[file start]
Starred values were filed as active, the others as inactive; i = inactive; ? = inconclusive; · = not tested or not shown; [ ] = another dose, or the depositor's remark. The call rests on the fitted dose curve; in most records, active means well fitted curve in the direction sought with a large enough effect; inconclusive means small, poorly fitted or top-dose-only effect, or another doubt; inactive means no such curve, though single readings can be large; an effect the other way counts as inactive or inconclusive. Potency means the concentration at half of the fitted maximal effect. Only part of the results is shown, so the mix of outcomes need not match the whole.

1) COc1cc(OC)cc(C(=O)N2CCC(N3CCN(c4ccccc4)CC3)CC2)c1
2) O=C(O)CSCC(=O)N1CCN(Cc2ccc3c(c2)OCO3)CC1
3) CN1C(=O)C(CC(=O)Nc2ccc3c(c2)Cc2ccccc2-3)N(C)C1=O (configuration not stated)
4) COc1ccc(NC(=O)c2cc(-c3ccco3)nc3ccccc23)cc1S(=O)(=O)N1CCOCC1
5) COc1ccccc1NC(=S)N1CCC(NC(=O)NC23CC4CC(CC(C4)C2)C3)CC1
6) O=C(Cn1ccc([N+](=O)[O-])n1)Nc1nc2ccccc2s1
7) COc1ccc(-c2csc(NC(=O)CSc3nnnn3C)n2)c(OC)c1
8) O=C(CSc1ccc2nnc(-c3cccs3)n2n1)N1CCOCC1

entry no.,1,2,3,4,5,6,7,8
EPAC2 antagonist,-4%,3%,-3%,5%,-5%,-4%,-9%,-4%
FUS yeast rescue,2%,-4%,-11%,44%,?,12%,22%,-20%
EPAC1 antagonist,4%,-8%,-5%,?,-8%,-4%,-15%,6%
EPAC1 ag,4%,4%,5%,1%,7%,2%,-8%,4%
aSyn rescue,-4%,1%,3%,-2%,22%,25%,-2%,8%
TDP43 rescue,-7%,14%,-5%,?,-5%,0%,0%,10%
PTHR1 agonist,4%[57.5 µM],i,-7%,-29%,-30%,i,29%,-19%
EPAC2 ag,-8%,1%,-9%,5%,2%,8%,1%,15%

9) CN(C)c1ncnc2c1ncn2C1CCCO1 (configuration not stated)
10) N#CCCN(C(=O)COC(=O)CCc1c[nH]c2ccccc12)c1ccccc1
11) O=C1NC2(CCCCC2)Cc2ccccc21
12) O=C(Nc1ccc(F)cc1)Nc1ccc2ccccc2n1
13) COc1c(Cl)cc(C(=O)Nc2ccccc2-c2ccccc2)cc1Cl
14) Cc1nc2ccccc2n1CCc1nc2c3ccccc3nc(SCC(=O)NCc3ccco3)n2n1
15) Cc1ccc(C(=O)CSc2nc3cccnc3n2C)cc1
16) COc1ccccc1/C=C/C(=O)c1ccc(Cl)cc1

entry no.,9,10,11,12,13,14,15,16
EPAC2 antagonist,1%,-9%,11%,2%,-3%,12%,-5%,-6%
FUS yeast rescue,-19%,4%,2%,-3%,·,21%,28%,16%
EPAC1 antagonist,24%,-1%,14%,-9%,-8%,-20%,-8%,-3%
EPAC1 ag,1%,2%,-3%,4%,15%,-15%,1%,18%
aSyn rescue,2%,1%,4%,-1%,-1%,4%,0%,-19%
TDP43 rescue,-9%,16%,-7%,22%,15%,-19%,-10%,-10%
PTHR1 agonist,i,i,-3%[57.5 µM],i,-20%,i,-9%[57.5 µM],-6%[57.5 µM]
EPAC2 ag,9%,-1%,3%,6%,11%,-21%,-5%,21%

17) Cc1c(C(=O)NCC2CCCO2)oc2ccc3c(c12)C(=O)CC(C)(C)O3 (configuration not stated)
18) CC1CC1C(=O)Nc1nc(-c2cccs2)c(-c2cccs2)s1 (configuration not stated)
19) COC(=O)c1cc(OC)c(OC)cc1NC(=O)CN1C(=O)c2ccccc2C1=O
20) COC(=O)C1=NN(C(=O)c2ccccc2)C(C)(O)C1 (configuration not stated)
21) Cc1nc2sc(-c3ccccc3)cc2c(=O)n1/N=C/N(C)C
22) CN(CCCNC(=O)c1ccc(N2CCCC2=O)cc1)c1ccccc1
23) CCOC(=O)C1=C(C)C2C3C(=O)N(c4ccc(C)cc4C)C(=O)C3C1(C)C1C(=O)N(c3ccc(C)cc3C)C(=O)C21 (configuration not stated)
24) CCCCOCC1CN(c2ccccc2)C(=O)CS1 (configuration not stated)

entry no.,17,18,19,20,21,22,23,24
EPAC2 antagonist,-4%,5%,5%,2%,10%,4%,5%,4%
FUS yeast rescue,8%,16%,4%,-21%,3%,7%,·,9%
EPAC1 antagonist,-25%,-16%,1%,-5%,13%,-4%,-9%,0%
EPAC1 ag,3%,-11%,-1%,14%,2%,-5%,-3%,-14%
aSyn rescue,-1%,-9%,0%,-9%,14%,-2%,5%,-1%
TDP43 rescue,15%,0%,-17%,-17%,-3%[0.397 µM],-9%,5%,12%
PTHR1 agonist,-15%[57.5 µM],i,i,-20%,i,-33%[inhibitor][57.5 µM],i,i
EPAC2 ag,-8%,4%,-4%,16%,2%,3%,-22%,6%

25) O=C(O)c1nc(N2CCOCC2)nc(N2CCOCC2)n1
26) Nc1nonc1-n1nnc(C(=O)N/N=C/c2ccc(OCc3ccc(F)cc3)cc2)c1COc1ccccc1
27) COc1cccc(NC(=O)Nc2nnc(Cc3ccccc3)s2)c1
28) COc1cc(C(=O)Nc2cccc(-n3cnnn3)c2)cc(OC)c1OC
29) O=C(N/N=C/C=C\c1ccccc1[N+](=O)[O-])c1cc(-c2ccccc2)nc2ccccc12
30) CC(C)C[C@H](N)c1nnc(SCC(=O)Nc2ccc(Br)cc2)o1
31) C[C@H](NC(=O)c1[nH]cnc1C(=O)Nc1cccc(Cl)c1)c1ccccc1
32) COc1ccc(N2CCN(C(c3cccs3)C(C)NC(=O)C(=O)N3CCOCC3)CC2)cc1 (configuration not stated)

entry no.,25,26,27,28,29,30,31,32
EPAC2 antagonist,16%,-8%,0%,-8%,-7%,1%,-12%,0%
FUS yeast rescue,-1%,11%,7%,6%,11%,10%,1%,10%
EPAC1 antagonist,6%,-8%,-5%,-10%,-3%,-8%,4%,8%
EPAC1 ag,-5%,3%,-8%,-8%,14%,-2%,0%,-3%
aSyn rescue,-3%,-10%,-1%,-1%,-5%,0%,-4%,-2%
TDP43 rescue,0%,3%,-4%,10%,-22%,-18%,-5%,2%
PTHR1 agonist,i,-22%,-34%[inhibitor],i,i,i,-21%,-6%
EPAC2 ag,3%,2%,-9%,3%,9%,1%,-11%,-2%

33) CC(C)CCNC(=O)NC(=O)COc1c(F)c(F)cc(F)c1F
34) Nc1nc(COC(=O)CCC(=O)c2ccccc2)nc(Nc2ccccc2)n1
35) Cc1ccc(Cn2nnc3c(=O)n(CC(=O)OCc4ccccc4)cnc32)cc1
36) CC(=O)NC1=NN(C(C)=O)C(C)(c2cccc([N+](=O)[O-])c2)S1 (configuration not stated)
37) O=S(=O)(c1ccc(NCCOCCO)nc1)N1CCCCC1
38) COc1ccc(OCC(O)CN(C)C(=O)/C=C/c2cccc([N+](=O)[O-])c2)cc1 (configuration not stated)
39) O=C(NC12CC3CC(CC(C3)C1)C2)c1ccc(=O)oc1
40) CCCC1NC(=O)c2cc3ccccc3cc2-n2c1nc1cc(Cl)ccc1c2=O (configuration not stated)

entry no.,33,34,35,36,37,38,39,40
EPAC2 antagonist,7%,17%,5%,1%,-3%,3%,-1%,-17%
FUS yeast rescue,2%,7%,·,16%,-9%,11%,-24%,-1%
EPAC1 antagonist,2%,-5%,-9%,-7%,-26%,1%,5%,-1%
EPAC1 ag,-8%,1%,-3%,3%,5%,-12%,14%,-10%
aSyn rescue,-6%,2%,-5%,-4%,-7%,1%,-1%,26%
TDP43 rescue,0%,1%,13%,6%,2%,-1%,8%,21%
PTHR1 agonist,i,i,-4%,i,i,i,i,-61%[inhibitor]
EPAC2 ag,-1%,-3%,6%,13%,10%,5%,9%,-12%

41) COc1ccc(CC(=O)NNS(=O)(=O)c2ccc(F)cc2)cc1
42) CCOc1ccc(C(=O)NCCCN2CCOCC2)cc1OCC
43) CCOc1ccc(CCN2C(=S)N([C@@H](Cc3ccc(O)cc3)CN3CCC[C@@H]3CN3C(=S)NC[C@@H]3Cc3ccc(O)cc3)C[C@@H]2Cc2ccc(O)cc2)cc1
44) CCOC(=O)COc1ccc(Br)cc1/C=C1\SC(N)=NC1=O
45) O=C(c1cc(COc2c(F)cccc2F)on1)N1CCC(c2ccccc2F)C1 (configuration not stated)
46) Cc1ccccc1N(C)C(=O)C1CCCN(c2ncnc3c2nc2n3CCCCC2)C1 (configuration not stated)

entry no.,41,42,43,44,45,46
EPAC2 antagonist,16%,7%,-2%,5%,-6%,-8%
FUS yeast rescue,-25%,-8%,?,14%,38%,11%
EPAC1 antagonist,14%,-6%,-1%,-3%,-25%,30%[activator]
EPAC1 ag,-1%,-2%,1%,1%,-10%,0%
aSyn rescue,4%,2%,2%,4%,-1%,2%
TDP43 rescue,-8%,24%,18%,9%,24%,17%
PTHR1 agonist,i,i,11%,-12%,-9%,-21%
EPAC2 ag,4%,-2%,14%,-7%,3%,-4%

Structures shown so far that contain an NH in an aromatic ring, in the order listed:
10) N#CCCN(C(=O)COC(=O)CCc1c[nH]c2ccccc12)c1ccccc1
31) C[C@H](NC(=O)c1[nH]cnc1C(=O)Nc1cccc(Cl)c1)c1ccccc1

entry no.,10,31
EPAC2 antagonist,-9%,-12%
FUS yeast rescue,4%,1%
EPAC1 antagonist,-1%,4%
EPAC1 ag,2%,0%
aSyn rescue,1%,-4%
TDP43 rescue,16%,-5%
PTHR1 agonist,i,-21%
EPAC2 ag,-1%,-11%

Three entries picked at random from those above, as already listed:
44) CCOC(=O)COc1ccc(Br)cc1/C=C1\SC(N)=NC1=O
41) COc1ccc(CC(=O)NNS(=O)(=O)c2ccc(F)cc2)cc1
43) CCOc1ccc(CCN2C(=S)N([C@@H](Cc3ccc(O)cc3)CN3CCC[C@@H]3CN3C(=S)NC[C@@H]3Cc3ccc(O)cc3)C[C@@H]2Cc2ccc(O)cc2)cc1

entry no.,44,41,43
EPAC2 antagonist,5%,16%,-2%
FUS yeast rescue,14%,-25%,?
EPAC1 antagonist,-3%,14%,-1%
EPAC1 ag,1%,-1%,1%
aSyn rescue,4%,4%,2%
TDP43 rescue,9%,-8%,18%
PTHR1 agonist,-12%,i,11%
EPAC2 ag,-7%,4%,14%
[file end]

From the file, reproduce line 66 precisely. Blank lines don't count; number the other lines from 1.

aSyn rescue,-3%,-10%,-1%,-1%,-5%,0%,-4%,-2%